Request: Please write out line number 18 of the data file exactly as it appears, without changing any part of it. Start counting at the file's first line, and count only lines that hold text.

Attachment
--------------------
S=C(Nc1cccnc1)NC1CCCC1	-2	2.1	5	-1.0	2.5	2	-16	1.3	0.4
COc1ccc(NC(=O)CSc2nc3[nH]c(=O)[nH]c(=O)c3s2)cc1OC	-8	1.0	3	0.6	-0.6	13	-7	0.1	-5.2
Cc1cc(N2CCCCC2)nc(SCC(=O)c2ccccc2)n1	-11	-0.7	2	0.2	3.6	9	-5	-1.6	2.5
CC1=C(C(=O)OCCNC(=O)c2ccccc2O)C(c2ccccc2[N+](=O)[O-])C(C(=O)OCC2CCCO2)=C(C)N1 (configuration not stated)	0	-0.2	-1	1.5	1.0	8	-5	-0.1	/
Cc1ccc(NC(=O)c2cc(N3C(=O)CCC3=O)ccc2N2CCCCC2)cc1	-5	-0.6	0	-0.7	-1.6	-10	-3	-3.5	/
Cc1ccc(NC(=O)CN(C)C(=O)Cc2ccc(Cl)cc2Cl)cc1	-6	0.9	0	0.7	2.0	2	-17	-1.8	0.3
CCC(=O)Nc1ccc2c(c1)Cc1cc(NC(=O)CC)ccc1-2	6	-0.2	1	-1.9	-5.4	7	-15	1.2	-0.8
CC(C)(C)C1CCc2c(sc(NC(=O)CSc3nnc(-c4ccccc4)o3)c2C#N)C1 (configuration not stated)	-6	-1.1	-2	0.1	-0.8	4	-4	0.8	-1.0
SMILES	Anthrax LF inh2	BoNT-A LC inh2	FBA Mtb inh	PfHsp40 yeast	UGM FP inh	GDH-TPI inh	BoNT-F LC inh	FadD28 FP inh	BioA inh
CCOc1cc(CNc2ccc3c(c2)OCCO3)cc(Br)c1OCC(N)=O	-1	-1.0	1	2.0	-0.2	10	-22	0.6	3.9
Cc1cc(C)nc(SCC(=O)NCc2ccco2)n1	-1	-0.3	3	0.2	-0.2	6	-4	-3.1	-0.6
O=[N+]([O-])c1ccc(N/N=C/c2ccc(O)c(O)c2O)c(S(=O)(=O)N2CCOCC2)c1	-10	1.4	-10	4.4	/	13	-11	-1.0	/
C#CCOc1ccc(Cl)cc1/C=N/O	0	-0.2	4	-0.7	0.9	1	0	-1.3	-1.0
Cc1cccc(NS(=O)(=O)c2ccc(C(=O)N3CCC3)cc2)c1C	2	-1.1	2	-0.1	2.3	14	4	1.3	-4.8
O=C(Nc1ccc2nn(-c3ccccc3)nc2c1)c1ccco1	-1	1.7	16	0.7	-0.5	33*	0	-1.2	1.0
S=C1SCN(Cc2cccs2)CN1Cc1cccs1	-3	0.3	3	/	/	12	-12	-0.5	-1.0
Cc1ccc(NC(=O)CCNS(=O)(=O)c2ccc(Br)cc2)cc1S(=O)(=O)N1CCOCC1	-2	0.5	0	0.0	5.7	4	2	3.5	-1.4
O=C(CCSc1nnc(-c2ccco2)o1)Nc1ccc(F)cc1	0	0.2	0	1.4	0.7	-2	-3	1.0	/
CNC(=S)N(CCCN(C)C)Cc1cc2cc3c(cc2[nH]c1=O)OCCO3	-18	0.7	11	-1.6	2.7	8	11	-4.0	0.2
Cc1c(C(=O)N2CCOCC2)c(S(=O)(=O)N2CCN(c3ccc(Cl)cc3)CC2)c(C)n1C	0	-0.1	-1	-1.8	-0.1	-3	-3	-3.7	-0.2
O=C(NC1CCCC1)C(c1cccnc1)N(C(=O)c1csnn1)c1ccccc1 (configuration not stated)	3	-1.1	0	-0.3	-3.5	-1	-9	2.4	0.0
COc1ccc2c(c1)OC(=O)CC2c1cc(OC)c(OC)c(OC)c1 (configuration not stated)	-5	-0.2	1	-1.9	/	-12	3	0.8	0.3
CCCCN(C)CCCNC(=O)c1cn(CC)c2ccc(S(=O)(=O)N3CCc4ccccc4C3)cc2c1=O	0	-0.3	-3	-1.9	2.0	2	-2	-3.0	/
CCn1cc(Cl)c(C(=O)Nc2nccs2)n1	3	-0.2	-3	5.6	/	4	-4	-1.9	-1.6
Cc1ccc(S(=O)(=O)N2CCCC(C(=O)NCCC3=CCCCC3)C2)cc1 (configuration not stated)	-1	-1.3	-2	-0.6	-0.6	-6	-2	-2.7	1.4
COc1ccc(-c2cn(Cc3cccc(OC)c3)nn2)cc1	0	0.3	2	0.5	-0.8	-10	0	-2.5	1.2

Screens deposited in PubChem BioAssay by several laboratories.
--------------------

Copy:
O=C(CCSc1nnc(-c2ccco2)o1)Nc1ccc(F)cc1	0	0.2	0	1.4	0.7	-2	-3	1.0	/